War, as Fallout 3 so famously puts it, never changes. While the weapons and tactics may differ, it's still about chaos and fear and the overwhelming of the senses as adrenaline surges through your veins. That's a hard experience to capture on a screen, but the Call of Duty series comes close thanks to its constant redefinition of what "11" is in terms of intensity for first-person shooters. Last year's Call of Duty: Modern Warfare delivered an awesome and varied single-player experience that was matched with an even better multiplayer suite, and it made for some really big shoes for Call of Duty: World at War to fill.
If you've been living in Antarctica the past year and haven't heard, then yes, World at War returns back to the series' World War II roots. This has caused no end of grumbling from fans of Modern Warfare's contemporary setting, as well as the fact that this installment was done by Treyarch, a sister-studio to Call of Duty-creator Infinity Ward. Treyarch did the somewhat-maligned Call of Duty 3, but the studio looks to atone for that by delivering a game with an impressive amount of content. There's a solid single-player campaign, co-op play, a huge multiplayer suite, and even a fun, silly mode featuring zombies.
Video Review - Watch or download here (HD available).
It certainly helps that World at War focuses on the less popularized theaters of World War II. Instead of serving up Normandy and D-Day for what would have been the umpteenth time for World War II shooters, the game covers the island hopping campaign in the Pacific as well as the Red Army's reversal of the tide at Stalingrad all the way to the Fall of Berlin. This provides some interesting new battlefields set on sun-bleached coral atolls in the Pacific. You will see some more familiar spots with the bombed-out cities and farmlands ofthe Eastern Front missions, but it's still well done.
War tends to be a savage affair, but the Pacific and the Eastern Front were especially so. In the game, Japanese soldiers swarm out of the brush, erupting out of spider holes to charge straight at you in an attempt to run you through with their bayonets. They'll play dead and wait for you to walk into the middle of a trap. Though set outdoors, it feels like close-quarters combat much of the time. Meanwhile, the Russian Front is full of merciless moments; there's plenty of gunning down of wounded and unarmed soldiers by both sides, and sometimes you're asked to pull the trigger yourself.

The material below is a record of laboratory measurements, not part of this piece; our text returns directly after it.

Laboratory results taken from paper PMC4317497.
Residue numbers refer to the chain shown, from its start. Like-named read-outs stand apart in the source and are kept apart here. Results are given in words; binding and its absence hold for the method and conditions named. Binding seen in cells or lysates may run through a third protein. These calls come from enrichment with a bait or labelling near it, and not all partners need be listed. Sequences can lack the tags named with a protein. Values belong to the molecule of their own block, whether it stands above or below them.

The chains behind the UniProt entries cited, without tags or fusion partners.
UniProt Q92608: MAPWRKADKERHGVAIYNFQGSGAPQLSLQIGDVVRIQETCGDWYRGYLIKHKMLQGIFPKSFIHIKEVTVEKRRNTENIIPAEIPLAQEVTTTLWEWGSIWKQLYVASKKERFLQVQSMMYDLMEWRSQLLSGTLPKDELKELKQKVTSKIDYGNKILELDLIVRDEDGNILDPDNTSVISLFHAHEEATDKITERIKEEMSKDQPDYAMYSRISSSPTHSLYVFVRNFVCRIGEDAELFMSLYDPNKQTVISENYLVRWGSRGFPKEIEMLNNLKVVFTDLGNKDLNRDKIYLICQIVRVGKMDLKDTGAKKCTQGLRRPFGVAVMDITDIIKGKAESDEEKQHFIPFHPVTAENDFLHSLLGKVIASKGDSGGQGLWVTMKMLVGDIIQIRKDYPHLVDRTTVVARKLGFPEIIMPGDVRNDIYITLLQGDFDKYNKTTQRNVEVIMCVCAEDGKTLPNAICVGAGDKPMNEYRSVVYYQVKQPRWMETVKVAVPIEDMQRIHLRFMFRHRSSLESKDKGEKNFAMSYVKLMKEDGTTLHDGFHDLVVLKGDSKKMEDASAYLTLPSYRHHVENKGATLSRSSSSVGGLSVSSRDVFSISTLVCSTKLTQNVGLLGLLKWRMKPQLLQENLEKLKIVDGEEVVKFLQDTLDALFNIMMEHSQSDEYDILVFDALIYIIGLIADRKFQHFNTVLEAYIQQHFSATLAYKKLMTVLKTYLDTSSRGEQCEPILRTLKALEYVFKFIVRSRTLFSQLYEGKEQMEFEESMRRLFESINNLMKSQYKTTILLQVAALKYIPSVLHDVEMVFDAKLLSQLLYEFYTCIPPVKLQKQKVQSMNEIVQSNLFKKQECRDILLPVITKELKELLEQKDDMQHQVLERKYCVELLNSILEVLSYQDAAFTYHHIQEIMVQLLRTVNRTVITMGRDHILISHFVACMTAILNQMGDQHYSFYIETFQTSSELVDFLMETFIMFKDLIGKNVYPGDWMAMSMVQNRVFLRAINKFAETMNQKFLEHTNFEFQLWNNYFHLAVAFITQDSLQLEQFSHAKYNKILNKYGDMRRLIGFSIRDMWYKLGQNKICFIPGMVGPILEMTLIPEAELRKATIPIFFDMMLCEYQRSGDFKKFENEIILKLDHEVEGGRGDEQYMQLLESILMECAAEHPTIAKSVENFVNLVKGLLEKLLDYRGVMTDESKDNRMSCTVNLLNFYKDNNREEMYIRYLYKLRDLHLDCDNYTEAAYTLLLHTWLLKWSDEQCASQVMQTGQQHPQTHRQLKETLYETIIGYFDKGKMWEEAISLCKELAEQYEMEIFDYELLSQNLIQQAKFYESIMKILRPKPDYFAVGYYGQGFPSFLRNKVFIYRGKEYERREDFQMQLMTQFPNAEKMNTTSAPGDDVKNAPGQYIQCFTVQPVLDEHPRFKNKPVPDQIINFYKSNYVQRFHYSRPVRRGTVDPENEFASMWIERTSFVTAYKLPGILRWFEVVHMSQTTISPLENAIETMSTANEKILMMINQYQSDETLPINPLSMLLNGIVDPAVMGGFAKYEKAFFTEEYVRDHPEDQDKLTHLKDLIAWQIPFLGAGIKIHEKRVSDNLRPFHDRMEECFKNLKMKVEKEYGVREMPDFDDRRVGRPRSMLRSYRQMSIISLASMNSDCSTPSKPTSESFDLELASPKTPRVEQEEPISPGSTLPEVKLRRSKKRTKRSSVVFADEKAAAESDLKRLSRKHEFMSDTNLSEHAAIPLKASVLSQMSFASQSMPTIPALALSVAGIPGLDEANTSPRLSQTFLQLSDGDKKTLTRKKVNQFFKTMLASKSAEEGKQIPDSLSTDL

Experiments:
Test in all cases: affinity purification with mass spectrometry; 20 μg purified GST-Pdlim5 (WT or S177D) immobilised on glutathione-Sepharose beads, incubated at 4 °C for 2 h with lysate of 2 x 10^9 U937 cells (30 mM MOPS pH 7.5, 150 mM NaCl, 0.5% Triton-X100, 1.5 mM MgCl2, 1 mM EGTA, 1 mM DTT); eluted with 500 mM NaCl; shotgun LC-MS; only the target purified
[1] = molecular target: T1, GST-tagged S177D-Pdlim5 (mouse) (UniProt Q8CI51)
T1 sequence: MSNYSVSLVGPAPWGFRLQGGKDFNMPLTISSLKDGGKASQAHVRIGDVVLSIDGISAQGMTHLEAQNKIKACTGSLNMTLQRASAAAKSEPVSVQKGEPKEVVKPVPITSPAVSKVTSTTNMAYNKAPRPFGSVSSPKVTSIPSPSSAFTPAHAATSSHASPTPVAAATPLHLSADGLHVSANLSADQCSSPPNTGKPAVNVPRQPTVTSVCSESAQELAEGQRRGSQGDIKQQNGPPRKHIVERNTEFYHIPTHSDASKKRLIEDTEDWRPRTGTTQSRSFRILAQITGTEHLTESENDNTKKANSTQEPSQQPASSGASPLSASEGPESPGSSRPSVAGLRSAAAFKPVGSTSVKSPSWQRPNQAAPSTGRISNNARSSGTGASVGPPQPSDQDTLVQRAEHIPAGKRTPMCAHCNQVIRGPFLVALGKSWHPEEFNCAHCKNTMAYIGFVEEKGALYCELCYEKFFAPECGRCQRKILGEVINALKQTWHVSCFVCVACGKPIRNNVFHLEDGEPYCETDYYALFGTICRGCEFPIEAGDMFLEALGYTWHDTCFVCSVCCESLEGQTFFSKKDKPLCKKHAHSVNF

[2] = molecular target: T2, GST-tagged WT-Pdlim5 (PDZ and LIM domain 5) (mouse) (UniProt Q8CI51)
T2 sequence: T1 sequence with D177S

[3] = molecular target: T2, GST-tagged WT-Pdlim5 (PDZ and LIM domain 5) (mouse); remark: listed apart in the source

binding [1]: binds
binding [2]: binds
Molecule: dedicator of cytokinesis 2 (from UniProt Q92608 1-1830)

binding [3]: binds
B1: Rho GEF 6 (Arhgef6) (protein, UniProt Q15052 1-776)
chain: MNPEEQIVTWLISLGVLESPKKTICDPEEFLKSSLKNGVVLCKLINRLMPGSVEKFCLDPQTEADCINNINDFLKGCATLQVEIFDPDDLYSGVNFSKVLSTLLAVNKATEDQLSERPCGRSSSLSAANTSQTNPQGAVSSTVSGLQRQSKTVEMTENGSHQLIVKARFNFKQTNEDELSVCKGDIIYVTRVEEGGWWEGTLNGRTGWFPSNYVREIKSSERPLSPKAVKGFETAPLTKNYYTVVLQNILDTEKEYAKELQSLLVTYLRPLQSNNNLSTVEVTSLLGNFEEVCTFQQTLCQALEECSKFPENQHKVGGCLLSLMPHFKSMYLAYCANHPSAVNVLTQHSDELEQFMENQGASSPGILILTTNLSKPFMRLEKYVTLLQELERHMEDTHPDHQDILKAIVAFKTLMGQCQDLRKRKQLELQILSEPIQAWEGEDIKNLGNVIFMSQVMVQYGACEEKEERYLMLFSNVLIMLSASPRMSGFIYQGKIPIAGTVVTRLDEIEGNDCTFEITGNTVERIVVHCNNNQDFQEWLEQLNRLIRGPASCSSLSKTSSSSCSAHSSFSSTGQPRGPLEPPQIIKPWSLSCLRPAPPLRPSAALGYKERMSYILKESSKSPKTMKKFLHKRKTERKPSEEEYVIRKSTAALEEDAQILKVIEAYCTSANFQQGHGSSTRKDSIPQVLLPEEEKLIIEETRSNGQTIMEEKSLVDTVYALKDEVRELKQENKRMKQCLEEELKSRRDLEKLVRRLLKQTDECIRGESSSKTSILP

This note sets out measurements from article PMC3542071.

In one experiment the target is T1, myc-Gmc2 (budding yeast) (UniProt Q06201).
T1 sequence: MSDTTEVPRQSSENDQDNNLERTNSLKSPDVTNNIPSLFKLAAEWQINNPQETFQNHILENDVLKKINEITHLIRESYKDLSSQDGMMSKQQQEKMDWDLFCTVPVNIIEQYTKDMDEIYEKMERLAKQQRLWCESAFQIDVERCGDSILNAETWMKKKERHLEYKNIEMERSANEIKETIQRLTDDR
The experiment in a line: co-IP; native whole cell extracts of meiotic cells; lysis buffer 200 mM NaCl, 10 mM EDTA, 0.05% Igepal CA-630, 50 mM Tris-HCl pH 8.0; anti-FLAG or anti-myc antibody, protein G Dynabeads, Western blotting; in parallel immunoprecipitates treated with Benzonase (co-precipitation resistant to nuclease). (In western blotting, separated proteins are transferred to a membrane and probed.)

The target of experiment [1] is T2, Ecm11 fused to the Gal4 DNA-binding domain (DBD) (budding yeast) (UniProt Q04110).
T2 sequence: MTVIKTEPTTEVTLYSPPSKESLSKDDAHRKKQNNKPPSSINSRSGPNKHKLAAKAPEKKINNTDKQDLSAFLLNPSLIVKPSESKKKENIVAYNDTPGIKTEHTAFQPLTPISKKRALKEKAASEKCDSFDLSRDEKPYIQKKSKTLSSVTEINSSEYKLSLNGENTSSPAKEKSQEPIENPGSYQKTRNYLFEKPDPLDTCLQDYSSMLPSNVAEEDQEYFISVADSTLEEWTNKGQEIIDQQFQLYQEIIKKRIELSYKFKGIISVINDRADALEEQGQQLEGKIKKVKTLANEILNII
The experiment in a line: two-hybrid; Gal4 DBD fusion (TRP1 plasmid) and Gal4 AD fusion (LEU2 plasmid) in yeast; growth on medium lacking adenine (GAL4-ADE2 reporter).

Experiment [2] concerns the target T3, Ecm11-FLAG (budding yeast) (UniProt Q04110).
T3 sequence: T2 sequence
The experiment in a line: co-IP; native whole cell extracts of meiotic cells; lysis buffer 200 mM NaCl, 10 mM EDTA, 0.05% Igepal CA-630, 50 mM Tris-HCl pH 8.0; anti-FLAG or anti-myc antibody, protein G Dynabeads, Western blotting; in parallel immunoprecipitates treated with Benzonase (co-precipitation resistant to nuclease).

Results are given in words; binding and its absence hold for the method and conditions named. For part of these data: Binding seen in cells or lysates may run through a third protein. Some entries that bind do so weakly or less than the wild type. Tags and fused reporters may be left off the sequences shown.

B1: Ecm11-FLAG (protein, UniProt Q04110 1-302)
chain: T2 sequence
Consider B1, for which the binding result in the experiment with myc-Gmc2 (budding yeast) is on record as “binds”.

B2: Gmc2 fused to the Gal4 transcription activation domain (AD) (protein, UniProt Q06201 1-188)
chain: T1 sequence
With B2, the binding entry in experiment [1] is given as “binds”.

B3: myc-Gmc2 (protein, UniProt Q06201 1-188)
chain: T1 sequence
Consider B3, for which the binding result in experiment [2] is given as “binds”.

This remains a Call of Duty game through and through. What that means is that the action is fast and fluid, as well as rigidly scripted. The success of the franchise proves that there's a vast audience for that, and this won't change anyone's mind. Enemy soldiers and your computer-controlled teammates respawn endlessly until you advance far enough to hit the triggers to make them stop reappearing. Then you advance to the next firefight and repeat the process over again. The thing is, you're far too busy shooting and ducking and dying to really notice much of the time. The sense of immersion is pretty complete.
There are plenty of deafening, large-scale set-piece battles, but there's also variation to change things up. Case in point is the PBY mission, where you man the guns on a Navy aircraft. At first glance, this seems to be a mirror to the Spectre Gunship mission in Modern Warfare; in both missions you rain fire down from above. But the Spectre Gunship mission has a cold detachment to it; those tiny blips on the screen that are human beings die from a foe that they cannot see and fight back against. In World at War's PBY mission, you're in the midst of a raging air and sea battle, taking damage and fighting for your life. Or there's a sniper mission to whack a German general that doesn't quite have the cat-and-mouse feeling of Modern Warfare's sniper level.
The campaign does suffer a bit due to its broad scope; the narrative skips over months at a time, showcasing the major battles of the war. The result is that the sense of story doesn't seem as strong as it did in Modern Warfare. It probably doesn't help that we all know how the war eventually turned out; Modern Warfare had the advantage of a fictionalized story with plenty of shocking twists and turns.
All told, the single-player campaign is about as short as that in Modern Warfare, but it doesn't drag on. Plus, there's considerably more replayability here because the bulk of the campaign is playable in cooperative mode with up to three other players. I say the bulk because a handful of missions are missing, notably the sniper mission and the PBY mission; the former wouldn't make sense with four snipers, while the latter doesn't have enough room in the narrow PBY for more than one player to scamper about. Not only is the campaign in co-op, but there's also a Death Card system reminiscent of Halo 3's skull system. Scattered throughout the campaign are death cards that you can find. Each one unlocks a different capability, like Sticks & Stones, which only gives you a knife and dud grenades. Sure, it might seem strange, but it lets you have fun if you want to challenge yourself.